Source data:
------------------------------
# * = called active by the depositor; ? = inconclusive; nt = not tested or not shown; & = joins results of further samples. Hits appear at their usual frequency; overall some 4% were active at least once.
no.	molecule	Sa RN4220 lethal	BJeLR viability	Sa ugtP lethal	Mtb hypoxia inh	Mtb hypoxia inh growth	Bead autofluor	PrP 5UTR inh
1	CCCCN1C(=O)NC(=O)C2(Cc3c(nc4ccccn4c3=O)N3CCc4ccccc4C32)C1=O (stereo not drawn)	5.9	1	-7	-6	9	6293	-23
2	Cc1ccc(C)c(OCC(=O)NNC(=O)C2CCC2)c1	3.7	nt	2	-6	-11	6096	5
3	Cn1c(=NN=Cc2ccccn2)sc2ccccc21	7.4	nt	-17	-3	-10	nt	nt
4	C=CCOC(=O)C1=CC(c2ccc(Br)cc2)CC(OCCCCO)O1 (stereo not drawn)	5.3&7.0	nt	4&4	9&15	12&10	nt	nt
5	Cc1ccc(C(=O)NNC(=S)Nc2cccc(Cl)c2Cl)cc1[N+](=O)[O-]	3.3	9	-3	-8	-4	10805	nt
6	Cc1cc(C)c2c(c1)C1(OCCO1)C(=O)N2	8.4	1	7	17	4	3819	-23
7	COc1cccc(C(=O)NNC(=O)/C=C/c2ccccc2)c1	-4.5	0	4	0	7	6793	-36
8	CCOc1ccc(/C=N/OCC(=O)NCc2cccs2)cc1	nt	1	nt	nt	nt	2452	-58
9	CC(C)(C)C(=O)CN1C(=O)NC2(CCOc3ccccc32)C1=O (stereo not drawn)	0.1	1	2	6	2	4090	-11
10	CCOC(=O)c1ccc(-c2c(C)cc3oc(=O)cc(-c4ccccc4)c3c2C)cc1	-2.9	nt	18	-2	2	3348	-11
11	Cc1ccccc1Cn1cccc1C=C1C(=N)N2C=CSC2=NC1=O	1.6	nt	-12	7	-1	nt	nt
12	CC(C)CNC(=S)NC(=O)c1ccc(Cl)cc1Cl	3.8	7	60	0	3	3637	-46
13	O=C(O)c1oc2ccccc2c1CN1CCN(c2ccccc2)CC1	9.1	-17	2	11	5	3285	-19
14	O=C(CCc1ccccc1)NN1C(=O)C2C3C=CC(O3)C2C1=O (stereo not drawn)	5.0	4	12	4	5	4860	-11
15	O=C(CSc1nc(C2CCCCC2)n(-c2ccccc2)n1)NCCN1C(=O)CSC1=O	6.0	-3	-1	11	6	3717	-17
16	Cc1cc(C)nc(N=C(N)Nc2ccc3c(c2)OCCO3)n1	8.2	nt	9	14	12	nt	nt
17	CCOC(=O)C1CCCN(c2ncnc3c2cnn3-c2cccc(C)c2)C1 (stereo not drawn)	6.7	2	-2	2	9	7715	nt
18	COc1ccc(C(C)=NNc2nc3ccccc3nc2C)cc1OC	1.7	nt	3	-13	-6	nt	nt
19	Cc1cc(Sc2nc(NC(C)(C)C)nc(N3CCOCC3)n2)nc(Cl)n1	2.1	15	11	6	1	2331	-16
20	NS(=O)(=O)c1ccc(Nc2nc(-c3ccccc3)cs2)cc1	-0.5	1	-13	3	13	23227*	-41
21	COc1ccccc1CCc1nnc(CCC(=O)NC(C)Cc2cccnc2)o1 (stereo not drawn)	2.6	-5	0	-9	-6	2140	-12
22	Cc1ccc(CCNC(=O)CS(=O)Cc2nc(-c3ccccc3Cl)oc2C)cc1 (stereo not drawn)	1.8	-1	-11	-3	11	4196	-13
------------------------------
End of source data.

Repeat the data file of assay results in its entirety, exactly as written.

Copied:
# * = called active by the depositor; ? = inconclusive; nt = not tested or not shown; & = joins results of further samples. Hits appear at their usual frequency; overall some 4% were active at least once.
no.	molecule	Sa RN4220 lethal	BJeLR viability	Sa ugtP lethal	Mtb hypoxia inh	Mtb hypoxia inh growth	Bead autofluor	PrP 5UTR inh
1	CCCCN1C(=O)NC(=O)C2(Cc3c(nc4ccccn4c3=O)N3CCc4ccccc4C32)C1=O (stereo not drawn)	5.9	1	-7	-6	9	6293	-23
2	Cc1ccc(C)c(OCC(=O)NNC(=O)C2CCC2)c1	3.7	nt	2	-6	-11	6096	5
3	Cn1c(=NN=Cc2ccccn2)sc2ccccc21	7.4	nt	-17	-3	-10	nt	nt
4	C=CCOC(=O)C1=CC(c2ccc(Br)cc2)CC(OCCCCO)O1 (stereo not drawn)	5.3&7.0	nt	4&4	9&15	12&10	nt	nt
5	Cc1ccc(C(=O)NNC(=S)Nc2cccc(Cl)c2Cl)cc1[N+](=O)[O-]	3.3	9	-3	-8	-4	10805	nt
6	Cc1cc(C)c2c(c1)C1(OCCO1)C(=O)N2	8.4	1	7	17	4	3819	-23
7	COc1cccc(C(=O)NNC(=O)/C=C/c2ccccc2)c1	-4.5	0	4	0	7	6793	-36
8	CCOc1ccc(/C=N/OCC(=O)NCc2cccs2)cc1	nt	1	nt	nt	nt	2452	-58
9	CC(C)(C)C(=O)CN1C(=O)NC2(CCOc3ccccc32)C1=O (stereo not drawn)	0.1	1	2	6	2	4090	-11
10	CCOC(=O)c1ccc(-c2c(C)cc3oc(=O)cc(-c4ccccc4)c3c2C)cc1	-2.9	nt	18	-2	2	3348	-11
11	Cc1ccccc1Cn1cccc1C=C1C(=N)N2C=CSC2=NC1=O	1.6	nt	-12	7	-1	nt	nt
12	CC(C)CNC(=S)NC(=O)c1ccc(Cl)cc1Cl	3.8	7	60	0	3	3637	-46
13	O=C(O)c1oc2ccccc2c1CN1CCN(c2ccccc2)CC1	9.1	-17	2	11	5	3285	-19
14	O=C(CCc1ccccc1)NN1C(=O)C2C3C=CC(O3)C2C1=O (stereo not drawn)	5.0	4	12	4	5	4860	-11
15	O=C(CSc1nc(C2CCCCC2)n(-c2ccccc2)n1)NCCN1C(=O)CSC1=O	6.0	-3	-1	11	6	3717	-17
16	Cc1cc(C)nc(N=C(N)Nc2ccc3c(c2)OCCO3)n1	8.2	nt	9	14	12	nt	nt
17	CCOC(=O)C1CCCN(c2ncnc3c2cnn3-c2cccc(C)c2)C1 (stereo not drawn)	6.7	2	-2	2	9	7715	nt
18	COc1ccc(C(C)=NNc2nc3ccccc3nc2C)cc1OC	1.7	nt	3	-13	-6	nt	nt
19	Cc1cc(Sc2nc(NC(C)(C)C)nc(N3CCOCC3)n2)nc(Cl)n1	2.1	15	11	6	1	2331	-16
20	NS(=O)(=O)c1ccc(Nc2nc(-c3ccccc3)cs2)cc1	-0.5	1	-13	3	13	23227*	-41
21	COc1ccccc1CCc1nnc(CCC(=O)NC(C)Cc2cccnc2)o1 (stereo not drawn)	2.6	-5	0	-9	-6	2140	-12
22	Cc1ccc(CCNC(=O)CS(=O)Cc2nc(-c3ccccc3Cl)oc2C)cc1 (stereo not drawn)	1.8	-1	-11	-3	11	4196	-13